You can’t go wrong with it, and we highly recommend using it. Make the most of it in your resume, and you’ll see the interview offers fly in.
If you’re looking to spice up your cover letter, review these examples:
I’m very motivated and willing to take on new challenges. You will always find me being proactive at work.
As a motivated individual, I find it really easy to find new ways to entertain myself at work.
Another word for “hard-working” is “effective.” It works well if you’re trying to show that you’re reliable and efficient.
Most of the time, a word like this is enough to convince someone to recruit you. It’s a great way to capture your best quality without going over the top.
“Effective” in itself is a simple word. You do not need to use a thesaurus or look up long-winded terms to try and demonstrate that you’re a hard-working employee.
Here are a few examples to help you:
I’m very effective at what I do. Therefore, I believe that I’ll be a great hire for your company.
I’m effective and ready to take on a new role. This is the perfect opportunity for me.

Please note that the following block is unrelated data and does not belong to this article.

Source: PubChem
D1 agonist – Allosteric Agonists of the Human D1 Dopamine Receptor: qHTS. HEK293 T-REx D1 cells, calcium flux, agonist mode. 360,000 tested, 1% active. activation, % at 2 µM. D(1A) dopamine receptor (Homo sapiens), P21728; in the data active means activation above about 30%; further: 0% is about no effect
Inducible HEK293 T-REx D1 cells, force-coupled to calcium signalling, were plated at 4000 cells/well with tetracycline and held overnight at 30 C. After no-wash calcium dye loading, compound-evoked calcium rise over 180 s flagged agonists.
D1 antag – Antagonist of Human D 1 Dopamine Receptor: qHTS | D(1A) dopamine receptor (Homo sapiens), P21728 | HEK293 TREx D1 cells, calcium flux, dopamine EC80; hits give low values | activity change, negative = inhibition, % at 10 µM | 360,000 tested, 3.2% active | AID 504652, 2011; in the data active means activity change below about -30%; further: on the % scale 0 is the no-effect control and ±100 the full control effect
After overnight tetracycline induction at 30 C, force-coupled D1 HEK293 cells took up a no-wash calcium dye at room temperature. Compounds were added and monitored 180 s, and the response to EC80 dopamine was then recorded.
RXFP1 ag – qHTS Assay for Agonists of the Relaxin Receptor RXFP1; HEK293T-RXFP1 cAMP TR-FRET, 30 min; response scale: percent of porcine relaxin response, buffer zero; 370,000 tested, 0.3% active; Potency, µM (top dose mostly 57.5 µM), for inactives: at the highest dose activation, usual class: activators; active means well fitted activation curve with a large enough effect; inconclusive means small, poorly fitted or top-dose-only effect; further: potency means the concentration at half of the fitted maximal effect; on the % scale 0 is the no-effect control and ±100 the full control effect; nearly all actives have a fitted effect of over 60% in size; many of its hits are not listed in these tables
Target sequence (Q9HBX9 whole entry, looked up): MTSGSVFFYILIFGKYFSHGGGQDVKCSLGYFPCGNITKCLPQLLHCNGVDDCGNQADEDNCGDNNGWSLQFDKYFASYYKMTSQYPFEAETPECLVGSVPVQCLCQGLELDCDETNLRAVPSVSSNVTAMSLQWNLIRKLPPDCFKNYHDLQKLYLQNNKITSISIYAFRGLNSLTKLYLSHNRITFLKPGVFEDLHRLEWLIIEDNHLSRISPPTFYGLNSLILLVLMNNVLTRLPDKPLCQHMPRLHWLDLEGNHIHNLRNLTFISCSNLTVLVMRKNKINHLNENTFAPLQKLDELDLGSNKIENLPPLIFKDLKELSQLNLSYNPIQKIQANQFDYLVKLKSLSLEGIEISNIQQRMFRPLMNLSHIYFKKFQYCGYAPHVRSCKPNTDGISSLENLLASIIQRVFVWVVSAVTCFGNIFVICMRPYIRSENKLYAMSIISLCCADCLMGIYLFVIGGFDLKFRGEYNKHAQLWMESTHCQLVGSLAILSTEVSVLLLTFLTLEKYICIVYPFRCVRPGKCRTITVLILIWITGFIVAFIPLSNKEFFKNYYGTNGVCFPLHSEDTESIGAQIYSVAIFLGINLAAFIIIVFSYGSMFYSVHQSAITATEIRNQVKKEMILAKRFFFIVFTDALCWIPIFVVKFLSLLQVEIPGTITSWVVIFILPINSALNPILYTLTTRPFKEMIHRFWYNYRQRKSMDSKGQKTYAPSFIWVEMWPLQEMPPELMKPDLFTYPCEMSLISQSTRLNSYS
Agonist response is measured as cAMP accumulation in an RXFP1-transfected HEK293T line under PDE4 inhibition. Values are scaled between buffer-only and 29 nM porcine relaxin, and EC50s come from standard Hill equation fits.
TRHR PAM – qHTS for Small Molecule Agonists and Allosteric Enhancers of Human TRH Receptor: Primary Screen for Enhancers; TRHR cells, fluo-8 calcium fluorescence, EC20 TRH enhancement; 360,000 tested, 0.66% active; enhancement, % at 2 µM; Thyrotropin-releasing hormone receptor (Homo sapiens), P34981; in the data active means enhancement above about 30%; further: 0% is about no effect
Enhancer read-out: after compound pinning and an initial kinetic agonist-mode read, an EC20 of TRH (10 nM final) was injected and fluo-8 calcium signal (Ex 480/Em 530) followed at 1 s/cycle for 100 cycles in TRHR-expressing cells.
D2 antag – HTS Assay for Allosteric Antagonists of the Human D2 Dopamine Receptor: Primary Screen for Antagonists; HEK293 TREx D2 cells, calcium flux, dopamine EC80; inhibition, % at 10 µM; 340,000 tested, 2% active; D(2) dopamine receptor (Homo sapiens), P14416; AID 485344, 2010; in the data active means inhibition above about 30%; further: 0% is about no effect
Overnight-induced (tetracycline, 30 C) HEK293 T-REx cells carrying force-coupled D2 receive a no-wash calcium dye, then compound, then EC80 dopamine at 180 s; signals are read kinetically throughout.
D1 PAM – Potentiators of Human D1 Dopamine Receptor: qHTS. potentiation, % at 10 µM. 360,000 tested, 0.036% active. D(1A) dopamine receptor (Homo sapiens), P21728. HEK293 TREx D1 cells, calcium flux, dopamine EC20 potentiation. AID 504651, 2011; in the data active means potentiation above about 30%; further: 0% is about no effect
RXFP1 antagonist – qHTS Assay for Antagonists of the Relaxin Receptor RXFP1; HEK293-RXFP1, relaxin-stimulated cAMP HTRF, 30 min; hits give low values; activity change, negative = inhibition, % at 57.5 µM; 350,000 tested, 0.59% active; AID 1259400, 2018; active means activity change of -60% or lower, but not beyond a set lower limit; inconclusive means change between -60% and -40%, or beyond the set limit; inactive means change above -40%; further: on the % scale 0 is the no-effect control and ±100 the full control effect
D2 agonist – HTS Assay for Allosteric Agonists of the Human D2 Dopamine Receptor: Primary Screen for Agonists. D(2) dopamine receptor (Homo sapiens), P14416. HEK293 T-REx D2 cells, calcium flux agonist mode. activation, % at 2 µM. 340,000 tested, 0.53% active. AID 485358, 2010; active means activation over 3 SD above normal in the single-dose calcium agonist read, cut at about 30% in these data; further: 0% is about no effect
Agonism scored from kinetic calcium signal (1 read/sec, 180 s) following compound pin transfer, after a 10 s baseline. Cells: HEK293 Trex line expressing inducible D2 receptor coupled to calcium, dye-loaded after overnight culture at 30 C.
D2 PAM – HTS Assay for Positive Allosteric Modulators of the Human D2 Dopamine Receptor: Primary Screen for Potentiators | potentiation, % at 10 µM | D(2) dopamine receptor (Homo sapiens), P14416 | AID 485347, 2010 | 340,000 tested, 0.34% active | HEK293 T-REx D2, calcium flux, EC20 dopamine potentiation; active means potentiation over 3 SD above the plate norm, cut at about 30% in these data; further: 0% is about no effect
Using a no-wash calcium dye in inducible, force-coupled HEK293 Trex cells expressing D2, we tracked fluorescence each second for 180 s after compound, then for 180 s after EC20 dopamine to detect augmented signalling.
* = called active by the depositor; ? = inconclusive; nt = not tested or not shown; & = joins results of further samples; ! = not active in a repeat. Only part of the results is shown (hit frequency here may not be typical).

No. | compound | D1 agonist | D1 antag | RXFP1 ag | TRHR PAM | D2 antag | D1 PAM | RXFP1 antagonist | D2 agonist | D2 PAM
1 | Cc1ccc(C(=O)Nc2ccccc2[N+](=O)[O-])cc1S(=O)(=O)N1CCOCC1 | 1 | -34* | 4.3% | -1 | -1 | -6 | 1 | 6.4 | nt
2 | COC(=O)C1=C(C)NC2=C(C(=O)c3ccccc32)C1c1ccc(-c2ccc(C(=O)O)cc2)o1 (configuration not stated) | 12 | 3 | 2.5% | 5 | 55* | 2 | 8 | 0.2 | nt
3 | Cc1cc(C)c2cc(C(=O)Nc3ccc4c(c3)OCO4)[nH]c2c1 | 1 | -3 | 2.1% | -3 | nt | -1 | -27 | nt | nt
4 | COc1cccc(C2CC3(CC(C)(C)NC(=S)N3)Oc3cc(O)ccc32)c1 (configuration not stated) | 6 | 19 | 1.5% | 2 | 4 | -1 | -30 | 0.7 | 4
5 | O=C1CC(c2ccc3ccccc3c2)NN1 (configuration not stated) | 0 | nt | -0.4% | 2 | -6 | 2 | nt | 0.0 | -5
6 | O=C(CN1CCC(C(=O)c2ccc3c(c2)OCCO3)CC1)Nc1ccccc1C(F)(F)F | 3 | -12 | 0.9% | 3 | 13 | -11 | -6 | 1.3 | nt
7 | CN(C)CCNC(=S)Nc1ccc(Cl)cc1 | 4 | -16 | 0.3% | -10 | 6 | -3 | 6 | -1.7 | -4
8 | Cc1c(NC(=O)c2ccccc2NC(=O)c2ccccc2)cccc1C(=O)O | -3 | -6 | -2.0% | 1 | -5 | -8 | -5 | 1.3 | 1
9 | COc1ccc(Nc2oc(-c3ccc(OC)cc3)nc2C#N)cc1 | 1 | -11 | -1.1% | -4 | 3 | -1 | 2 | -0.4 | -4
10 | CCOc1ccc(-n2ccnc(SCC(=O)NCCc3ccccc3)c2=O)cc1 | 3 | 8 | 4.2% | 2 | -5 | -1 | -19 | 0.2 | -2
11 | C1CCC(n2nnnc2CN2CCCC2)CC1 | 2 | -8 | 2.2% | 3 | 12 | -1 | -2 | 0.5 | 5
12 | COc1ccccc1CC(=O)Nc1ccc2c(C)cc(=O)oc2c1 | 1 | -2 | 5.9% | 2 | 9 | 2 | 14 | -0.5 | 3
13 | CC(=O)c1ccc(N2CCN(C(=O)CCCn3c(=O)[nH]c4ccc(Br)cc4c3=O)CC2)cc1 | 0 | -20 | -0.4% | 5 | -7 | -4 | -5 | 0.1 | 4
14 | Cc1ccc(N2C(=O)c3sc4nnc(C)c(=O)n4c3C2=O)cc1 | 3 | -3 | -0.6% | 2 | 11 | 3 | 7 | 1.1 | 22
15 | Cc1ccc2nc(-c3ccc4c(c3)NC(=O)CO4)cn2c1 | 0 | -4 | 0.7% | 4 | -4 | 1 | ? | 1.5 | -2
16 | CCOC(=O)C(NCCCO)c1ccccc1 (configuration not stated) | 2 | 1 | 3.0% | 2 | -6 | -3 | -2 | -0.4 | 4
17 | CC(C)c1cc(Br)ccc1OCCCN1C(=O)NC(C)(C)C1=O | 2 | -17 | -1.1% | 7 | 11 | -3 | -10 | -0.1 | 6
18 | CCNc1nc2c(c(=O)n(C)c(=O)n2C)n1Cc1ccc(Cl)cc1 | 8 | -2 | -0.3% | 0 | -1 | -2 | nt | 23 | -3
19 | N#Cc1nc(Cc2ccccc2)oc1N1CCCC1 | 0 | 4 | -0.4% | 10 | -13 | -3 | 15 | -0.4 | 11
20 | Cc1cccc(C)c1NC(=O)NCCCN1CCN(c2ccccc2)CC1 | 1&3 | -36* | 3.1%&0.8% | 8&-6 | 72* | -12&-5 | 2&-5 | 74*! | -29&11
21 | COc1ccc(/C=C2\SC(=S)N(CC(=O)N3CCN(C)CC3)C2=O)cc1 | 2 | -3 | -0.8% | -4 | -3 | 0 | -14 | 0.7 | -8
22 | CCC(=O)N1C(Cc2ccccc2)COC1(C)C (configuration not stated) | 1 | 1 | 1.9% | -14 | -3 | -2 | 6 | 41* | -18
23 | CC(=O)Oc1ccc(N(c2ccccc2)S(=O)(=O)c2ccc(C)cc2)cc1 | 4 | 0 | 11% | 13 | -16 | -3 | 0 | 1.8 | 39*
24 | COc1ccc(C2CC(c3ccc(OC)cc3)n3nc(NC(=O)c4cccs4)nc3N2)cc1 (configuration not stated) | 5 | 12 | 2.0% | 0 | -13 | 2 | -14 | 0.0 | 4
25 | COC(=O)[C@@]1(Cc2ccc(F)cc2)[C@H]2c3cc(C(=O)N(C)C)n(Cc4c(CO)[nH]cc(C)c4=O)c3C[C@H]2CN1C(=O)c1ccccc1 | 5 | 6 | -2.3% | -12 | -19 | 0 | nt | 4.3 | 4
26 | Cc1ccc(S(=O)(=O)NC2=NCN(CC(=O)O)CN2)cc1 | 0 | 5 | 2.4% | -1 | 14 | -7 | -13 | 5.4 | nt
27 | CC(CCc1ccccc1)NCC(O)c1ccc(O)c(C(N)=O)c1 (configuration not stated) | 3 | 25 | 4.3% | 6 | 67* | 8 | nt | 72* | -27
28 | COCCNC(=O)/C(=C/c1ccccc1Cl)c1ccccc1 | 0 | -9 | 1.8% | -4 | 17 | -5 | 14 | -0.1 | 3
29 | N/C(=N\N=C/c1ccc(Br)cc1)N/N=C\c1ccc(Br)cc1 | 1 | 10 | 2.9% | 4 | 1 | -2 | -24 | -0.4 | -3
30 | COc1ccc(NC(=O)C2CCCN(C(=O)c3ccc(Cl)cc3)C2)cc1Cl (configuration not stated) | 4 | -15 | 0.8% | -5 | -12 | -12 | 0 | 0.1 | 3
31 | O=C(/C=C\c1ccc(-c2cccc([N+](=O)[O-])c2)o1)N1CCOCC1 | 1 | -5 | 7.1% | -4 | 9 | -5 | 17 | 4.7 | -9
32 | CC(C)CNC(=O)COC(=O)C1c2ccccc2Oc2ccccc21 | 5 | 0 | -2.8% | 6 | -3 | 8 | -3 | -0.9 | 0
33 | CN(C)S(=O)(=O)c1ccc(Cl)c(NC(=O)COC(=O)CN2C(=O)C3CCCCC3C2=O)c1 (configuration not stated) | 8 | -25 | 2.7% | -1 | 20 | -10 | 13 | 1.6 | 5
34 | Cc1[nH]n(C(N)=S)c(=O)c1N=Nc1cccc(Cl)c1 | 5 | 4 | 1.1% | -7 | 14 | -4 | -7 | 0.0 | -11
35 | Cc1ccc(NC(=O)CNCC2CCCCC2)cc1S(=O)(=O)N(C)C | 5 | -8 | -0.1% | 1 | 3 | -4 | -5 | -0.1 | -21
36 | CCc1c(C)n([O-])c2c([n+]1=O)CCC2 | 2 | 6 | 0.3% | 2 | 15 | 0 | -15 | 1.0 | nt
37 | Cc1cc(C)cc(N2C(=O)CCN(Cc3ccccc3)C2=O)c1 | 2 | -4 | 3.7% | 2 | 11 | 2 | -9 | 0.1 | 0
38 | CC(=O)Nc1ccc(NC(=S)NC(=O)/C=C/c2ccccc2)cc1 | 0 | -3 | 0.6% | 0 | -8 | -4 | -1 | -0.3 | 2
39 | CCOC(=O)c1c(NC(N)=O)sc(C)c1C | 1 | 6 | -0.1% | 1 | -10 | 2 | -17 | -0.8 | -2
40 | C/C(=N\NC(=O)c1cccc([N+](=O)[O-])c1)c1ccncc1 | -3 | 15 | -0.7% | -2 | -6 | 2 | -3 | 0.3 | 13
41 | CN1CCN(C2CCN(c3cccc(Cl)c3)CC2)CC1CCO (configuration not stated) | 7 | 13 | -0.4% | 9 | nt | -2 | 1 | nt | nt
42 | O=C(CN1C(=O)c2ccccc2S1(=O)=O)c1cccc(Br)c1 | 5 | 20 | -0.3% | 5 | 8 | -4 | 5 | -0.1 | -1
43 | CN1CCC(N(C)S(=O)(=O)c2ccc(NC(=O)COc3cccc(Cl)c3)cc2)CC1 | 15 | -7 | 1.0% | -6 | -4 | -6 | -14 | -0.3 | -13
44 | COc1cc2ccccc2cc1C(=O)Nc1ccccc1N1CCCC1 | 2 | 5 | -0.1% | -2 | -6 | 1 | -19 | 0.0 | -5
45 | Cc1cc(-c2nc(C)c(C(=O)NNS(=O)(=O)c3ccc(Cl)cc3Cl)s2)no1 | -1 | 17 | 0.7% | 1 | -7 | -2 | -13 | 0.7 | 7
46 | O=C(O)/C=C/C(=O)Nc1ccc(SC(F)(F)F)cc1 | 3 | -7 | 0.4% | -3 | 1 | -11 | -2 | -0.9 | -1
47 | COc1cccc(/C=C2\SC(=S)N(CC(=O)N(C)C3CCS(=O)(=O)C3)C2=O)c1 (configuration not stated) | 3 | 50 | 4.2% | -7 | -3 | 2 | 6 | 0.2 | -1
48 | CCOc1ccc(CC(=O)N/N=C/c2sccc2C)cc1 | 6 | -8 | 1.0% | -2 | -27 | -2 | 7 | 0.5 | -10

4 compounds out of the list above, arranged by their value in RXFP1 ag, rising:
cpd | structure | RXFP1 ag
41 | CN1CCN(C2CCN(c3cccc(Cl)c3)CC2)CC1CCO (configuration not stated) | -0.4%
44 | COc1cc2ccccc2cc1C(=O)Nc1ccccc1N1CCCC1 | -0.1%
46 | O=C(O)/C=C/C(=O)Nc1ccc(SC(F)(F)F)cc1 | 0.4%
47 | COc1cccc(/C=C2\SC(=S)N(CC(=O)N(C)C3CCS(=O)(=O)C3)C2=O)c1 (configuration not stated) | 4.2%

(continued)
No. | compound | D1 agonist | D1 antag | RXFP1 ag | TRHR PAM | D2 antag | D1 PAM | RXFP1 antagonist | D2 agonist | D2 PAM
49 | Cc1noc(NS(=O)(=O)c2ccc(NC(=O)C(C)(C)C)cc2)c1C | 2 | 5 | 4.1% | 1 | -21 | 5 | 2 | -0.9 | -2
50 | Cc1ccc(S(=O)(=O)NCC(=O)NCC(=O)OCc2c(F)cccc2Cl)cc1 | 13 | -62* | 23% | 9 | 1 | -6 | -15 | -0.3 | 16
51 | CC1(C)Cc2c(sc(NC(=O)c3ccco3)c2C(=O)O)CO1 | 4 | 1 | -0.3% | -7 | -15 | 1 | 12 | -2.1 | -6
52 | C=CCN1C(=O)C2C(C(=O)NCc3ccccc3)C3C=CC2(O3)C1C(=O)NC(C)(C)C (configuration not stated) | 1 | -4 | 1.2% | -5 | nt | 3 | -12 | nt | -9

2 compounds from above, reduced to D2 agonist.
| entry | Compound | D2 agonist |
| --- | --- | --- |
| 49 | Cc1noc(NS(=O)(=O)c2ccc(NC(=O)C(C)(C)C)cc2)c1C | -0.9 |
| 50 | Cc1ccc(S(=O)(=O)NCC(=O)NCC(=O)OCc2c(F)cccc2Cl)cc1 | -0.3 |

“Disciplined” demonstrates how to say “hard-working” in a resume. Being disciplined usually implies that you won’t get into trouble and will happily complete your tasks at work.
Both of these traits are excellent to bring with you to the workplace. It’s a good way to encourage an employer to hire you.
After all, discipline is hard to teach adults. It’s something you usually learn in school or from your parents.
So, if you can prove that you’re already a disciplined individual, you have one less thing to worry about.
Perhaps these resume examples will also help you:
Everyone I’ve worked with will tell you I’m disciplined. It’s one of my greatest strengths.
I’m very disciplined in the workplace. I will never let myself become distracted by outside stimuli.
Being efficient means that you can complete work quickly and to a high standard. It’s synonymous with “hard-working” in resumes because it shows that you’re willing to put the effort in to get the best results.
We recommend using it if you’re a fast yet effective worker.
Some people work quickly but do not get the desired results. They might miss a few things out of a project or cut corners. These people are not efficient.
If, on the other hand, you work just as quickly but ensure you tick all the boxes, then efficiency is a great way to describe you. Include it in your resume if you think it applies, and you’ll see plenty of interview offers.
Don’t forget to refer to these examples as well:
I’m very efficient. I will ensure that I get all the work that is required of me done in good time.
Being efficient helps me to remain focused on the task at hand.